Monuments & Battlefields in South Africa
Isandalwana: the greatest defeat ever inflicted on the British Army by a native force…
From the arrival of the white man at the Cape, and the advent of recorded history, the region has been locked in a restless struggle both within and between the major racial groups. Events of great significance, such as the Great Trek, the Anglo/Zulu and the Anglo/Boer Wars, the wars of pacification between occupier and native in various parts of the country, and the ongoing confusion as to what defines a native of South Africa, have all contributed to a lively, and indeed living history.
All the races of South Africa take their history seriously, but in a nation where the wounds of repression and racism are still fresh, many of the commemorative monuments are mutually antagonistic, and what is revered by one is often reviled by another. When for so many years the white minority of South Africa held both the purse strings and command over the documentation of history, the bulk of historical monuments in the country tend to be those commemorating white endeavour. However in the decade since independence much iconography has come into being celebrating the black liberation struggle and the heroes and champions that it produced.
From the many building of historic interest in the Cape, the sombre battlefields of KwaZulu Natal, almost every aspect of this history has left physical traces that remain to be examined and explored by those interested in such things.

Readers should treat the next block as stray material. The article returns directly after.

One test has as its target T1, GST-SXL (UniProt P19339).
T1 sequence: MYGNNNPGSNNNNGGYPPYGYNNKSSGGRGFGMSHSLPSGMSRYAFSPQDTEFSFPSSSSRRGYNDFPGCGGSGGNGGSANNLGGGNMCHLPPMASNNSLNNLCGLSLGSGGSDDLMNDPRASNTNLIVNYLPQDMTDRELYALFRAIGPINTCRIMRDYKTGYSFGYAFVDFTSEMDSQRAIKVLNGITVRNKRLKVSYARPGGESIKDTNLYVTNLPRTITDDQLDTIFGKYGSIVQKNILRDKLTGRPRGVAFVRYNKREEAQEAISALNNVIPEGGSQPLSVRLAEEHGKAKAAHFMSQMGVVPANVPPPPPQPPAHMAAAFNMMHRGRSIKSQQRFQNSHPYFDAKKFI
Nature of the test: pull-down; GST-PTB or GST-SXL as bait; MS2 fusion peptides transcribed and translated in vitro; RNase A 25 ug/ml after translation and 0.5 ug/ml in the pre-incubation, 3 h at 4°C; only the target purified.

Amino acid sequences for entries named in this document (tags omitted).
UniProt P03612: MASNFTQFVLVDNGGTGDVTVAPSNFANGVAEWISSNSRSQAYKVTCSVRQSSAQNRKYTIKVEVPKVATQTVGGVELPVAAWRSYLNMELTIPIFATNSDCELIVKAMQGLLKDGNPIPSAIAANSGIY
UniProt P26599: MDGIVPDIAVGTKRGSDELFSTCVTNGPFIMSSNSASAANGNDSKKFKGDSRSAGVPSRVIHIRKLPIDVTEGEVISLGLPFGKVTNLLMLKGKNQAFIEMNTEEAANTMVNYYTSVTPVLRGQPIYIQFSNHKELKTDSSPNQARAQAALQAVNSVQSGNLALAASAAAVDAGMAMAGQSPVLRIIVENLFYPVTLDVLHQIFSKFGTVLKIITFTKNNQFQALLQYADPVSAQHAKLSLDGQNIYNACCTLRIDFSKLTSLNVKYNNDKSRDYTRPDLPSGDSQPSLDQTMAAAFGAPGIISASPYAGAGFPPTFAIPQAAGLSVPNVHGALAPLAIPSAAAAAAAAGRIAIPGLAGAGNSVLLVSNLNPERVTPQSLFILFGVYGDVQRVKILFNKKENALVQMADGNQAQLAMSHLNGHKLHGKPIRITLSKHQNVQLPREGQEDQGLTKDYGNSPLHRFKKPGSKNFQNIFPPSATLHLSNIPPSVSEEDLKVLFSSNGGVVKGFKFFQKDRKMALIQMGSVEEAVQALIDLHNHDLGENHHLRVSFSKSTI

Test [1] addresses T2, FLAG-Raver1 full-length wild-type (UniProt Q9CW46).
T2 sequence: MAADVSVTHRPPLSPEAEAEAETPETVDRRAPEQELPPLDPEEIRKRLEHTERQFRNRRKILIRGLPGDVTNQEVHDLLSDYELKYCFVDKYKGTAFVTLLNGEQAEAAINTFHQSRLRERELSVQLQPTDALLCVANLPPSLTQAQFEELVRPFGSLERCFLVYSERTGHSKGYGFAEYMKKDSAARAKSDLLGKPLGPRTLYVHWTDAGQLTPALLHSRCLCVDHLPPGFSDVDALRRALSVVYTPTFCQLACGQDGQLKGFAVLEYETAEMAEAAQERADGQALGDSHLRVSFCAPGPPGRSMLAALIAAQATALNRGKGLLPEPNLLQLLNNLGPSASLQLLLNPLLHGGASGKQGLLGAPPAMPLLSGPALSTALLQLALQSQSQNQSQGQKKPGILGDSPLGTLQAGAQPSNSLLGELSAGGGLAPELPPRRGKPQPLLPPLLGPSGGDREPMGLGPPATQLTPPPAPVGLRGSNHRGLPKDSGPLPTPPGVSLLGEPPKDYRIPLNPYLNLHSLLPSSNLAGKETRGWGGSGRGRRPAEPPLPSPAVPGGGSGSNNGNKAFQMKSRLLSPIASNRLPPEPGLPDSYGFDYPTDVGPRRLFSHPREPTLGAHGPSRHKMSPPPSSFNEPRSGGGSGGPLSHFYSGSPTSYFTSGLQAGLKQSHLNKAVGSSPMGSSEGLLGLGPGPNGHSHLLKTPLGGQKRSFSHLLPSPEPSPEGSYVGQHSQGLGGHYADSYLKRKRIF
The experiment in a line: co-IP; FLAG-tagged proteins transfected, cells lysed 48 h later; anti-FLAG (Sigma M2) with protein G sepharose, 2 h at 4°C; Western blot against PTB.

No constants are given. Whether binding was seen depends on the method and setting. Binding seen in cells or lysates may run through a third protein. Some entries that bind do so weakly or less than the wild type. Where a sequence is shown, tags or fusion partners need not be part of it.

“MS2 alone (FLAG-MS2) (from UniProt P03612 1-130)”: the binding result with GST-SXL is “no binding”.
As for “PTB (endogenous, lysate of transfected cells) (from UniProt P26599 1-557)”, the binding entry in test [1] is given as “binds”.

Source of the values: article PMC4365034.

The main points of interest for a history traveller in South Africa are the many sites and monuments the commemorate from both sides the Anglo/Boer War. This was a race war before the black and white race issue had really surfaced in South Africa, and remains one of the most iconic conflicts to affect Britain in her quest to amass a global empire. It was unusual insofar as it matched white man against white, and was a glorious moment in Boer history, even in defeat, for it was a defeat that took a contribution from every colony and dominion of the Empire to ultimately achieve.
The Anglo/Zulu War, although less important in the scheme of colonial conflicts, was one of the greatest, if not the greatest defeat inflicted on the British Army by a purely native power. To the Zulu it was a bitter moment as the end came of their domination of the landscape, and the rise of their unique military culture. To the settler minority it was the culmination of a program of pacification that had brought, one after another, all of the major local powers to heel, and under the suzerainty of either British or Boer rule.
The monuments of both of these wars are revered, and are scattered widely across the region and country. For a traveller curious to absorb and learn about the bloody and divided history of South Africa, there is, unlike in many countries of the region, a richly preserved heritage of sites and monuments that stitch together a tale of empire, of creation and destruction, and of the harsh and bloody march of human progress.